Some 4,000 miles separate Salvador from Lisbon but it was possible to close your eyes here yesterday and imagine a collective sigh of relief from 10 million Portuguese. After countless bulletins, scare stories and photos of icepacks, Cristiano Ronaldo stepped into the press conference room of the Arena Fonte Nova – fashionably late – and gave the news that Portugal and indeed the whole of Brazil too has been hoping for: the Fifa World Player of the Year is ready to join the party.
Ronaldo will lead Portugal out at their opening Group G game against Germany and, reading between the lines, will be playing through the pain barrier to do so. The 29-year-old said: “I want to be at 110 per cent but am at 100 per cent and that is enough to help the national team.”
Ronaldo has been struggling with knee problems for some time and although he was able to play in Real Madrid’s Champions League final victory, he missed two of Portugal’s three friendlies before arriving in Brazil. The problem is tendinosis in the region around his left kneecap and he explained: “I have been training now for some days. That is because I am OK and feeling well. I would like to have no pain but is not possible – there’s never a day I have no pain whatsoever. There has not been one single moment I’ve played a match without pain. It is a burden of my work. I am ready and feeling well and really want to do a great World Cup.”
This is the third World Cup for a player who helped Portugal reach the semi-finals in 2006 and he would doubtless love to light up the tournament in a way he has the English and Spanish leagues and Champions League, in which he set a record for 17 goals in 2013/14. Ronaldo’s only two World Cup goals in ten appearances were scored against Iran and North Korea, which is hardly the record a player of his standing would wish for – not least when his only rival for the billing of Portugal’s greatest player, Eusebio, hit nine in the 1966 finals.
Yet he balked at the notion that he had anything to prove. “If we look at my stats and my resume, I think I have no words for that question,” he said. “I don’t have to demonstrate anything. I just have to continue my career which has been great so far.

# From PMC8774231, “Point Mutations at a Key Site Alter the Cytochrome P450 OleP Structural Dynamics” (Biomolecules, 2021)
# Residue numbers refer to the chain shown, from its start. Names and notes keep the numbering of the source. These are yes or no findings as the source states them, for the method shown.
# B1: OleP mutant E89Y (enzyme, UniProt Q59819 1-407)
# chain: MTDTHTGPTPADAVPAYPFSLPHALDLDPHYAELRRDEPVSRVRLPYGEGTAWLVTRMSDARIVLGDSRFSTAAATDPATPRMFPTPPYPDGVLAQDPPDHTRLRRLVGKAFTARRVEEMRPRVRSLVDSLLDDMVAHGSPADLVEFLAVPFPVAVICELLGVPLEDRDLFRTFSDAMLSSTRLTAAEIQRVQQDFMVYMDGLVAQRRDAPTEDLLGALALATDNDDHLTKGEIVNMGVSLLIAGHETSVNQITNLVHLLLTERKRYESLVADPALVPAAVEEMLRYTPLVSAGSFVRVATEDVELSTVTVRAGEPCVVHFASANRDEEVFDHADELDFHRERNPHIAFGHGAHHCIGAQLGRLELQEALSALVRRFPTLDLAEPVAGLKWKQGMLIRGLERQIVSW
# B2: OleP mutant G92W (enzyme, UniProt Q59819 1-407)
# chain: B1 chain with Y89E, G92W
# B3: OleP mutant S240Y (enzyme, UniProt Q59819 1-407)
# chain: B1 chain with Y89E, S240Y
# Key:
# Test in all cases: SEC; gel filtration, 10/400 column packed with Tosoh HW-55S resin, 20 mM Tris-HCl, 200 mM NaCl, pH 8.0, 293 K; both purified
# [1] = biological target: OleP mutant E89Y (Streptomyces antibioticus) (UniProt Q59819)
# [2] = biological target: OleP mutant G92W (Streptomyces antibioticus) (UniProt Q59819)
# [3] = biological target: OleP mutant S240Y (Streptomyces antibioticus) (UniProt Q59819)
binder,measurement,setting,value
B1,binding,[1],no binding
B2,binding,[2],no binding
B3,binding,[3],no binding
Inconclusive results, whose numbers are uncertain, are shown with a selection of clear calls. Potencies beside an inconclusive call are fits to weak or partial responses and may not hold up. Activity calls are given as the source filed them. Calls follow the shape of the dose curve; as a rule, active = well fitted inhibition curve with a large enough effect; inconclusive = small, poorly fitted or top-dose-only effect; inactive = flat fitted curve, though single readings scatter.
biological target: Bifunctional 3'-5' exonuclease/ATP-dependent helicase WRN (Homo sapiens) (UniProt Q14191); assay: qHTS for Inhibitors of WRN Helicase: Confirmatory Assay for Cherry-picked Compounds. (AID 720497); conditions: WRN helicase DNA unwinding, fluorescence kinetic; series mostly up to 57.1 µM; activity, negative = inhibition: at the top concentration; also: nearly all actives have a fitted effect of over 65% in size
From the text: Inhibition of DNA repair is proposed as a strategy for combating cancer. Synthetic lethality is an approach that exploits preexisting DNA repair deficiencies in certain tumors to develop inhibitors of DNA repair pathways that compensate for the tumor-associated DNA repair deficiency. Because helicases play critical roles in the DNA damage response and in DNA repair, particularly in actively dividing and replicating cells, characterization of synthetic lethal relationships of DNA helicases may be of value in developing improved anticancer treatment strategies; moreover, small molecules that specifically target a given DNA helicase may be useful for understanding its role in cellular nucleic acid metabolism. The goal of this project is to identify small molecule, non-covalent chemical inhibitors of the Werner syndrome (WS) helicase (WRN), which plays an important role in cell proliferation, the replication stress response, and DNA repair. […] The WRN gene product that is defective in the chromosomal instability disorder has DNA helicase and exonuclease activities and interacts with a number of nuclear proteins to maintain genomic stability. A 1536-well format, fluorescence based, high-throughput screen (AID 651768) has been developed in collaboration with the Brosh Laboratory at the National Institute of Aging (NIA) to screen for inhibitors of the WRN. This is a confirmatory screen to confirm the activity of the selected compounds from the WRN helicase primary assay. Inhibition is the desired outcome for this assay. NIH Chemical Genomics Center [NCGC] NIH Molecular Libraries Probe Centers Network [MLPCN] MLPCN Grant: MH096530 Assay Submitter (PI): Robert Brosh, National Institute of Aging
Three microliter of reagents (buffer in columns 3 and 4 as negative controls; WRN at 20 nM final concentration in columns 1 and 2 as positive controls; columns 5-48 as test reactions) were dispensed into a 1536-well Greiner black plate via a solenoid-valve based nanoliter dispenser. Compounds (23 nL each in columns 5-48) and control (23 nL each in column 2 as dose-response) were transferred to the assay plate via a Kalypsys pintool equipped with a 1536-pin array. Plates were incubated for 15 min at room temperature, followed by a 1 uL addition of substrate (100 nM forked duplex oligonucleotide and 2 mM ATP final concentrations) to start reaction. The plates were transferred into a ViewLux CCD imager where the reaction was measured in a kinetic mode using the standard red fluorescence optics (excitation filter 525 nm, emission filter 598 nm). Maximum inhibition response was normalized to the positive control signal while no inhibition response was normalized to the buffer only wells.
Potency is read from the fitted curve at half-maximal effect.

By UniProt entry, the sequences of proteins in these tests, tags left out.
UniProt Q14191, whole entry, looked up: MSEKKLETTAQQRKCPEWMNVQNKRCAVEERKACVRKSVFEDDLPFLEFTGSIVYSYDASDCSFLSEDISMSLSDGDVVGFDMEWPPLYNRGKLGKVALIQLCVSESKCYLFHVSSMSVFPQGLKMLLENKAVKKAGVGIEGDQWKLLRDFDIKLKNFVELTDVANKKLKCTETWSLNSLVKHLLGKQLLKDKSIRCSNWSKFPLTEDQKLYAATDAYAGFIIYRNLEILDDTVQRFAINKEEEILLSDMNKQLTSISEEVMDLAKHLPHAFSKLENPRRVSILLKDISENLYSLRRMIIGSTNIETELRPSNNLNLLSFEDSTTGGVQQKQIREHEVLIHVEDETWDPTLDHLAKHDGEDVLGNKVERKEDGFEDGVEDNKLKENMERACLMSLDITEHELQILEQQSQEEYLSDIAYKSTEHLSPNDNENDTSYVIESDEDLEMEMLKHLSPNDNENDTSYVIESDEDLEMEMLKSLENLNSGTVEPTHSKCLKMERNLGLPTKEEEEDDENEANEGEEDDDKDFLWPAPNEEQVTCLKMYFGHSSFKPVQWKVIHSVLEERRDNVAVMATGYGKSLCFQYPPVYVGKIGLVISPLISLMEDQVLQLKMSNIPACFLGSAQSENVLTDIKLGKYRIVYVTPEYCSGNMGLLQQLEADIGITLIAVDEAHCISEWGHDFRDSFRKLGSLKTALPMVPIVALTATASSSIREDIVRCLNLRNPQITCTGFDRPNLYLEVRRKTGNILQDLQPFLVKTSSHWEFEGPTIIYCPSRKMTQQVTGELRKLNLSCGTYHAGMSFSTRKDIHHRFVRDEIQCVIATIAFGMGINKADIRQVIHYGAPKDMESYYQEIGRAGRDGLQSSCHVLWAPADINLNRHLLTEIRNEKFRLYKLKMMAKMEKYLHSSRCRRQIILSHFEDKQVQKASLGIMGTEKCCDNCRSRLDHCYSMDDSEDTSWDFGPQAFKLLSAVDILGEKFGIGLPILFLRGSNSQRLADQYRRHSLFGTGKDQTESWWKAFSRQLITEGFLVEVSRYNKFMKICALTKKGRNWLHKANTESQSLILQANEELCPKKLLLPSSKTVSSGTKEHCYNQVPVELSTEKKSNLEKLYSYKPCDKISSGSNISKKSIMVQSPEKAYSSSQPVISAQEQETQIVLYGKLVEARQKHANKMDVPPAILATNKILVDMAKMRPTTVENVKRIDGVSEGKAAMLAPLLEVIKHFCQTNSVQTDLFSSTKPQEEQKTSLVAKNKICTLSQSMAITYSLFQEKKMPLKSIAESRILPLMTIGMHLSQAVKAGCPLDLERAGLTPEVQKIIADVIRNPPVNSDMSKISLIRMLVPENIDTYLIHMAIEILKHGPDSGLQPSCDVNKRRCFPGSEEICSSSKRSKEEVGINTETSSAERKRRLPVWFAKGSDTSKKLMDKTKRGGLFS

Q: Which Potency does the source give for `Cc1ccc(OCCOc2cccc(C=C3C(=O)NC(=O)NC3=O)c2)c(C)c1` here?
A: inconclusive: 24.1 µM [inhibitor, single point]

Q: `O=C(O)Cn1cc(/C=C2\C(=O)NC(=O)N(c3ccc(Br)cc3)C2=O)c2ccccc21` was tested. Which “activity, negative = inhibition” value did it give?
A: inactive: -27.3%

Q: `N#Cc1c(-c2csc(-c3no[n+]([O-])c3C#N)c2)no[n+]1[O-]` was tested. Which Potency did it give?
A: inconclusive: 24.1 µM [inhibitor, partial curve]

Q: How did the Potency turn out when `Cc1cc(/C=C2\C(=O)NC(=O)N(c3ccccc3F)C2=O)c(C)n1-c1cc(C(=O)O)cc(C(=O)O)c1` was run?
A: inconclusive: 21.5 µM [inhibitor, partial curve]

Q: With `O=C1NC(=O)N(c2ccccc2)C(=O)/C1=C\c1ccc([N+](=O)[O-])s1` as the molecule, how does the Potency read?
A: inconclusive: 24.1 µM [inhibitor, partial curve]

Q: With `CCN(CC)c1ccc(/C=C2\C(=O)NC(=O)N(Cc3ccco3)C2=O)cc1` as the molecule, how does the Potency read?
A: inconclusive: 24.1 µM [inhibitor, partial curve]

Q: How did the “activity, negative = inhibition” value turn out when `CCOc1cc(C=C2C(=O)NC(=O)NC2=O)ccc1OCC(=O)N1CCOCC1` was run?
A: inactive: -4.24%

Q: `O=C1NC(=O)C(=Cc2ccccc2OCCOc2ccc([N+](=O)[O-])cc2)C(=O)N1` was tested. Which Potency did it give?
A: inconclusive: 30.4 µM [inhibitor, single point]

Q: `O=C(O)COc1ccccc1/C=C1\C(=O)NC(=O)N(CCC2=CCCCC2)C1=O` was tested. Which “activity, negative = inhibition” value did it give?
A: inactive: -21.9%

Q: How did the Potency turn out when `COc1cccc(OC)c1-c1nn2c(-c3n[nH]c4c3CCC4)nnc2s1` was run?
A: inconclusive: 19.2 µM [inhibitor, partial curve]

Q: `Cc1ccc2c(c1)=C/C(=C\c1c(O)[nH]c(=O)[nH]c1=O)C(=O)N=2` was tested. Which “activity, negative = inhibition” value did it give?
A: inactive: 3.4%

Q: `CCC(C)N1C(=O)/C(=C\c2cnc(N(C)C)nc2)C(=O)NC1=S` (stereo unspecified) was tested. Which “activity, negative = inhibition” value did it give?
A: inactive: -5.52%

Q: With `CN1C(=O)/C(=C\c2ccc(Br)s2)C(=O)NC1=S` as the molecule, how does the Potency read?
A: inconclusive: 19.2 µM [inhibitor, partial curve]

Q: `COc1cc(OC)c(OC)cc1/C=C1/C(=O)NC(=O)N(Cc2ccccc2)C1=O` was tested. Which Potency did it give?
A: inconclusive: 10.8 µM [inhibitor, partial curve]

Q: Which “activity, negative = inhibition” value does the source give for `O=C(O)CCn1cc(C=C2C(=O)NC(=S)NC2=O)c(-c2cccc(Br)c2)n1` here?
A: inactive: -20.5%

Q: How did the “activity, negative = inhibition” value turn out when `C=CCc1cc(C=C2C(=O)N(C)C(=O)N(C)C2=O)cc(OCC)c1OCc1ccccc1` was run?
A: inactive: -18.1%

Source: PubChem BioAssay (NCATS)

“Tomorrow we have a match against one of the favourites [but] we have our weapons – we are not among the favourites but will enjoy this as much as possible,” said Ronaldo, who cited his Real Madrid team’s unexpectedly comprehensive semi-final win over Bayern Munich in the Champions League as reason to believe Portugal might surprise the Germans. And while a victory for Paulo Bento’s men at the Arena Fonte Nova would raise eyebrows, it is fair to say Germany’s preparations for this World Cup have not run as smoothly as they would have liked.
There were questions at Low’s press conference yesterday lunchtime about the helicopter that had whisked Bastian Schweinsteiger to a nearby clinic from Germany’s Porto Seguro base for medical tests on Saturday. Low brushed away worries about the Bayern man’s injury by explaining it was simply to meet a FIFA demand for “another medical check for insurance reasons”.
Schweinsteiger has not been the only injury concern. Philipp Lahm, Sami Khedira and goalkeeper Manuel Neuer – absent from the final two warm-up matches with a shoulder problem – have all had problems but all three will start today, with Lahm in the defensive midfield slot he now occupies for Bayern.
Low will play centre-back Jerome Boateng at right-back to try limited Ronaldo’s threat. If Ronaldo is the focus of Portugal’s attacks, Germany will look to three players – a fluid, rotating front three of Thomas Muller alongside the Arsenal pair of Mesut Ozil and Lukas Podolski – in the absence of Marco Reus, Bundesliga player of the year, who is nursing an injured ankle in Germany. “We have shown we are team can draw on lots of talent, we have lots of possibilities,” said Low. “We have different types of player. Ozil and Muller have different ways of playing than [Andre] Schurrle and Podolski.”
At the last World Cup Germany blew away England and then Argentina but came up short against Spain. At Euro 2012 they won their first four games – including a 1-0 opening-match success over the Portuguese – but lost to Italy in the semi-finals. Low, now in his fourth tournament at the helm, believes Germany have the potential to “make it really far” but believes the three-time winners will need some luck too to finally end a trophy drought stretching back to Euro 96. “In tournaments you know four or five matches is not enough to win title. It is our task as coaches to make sure the team maintains its highest level of performance over a four-week period. Injuries do or can be serious setbacks [and] you need that extra bit of luck.” Ronaldo would agree with that.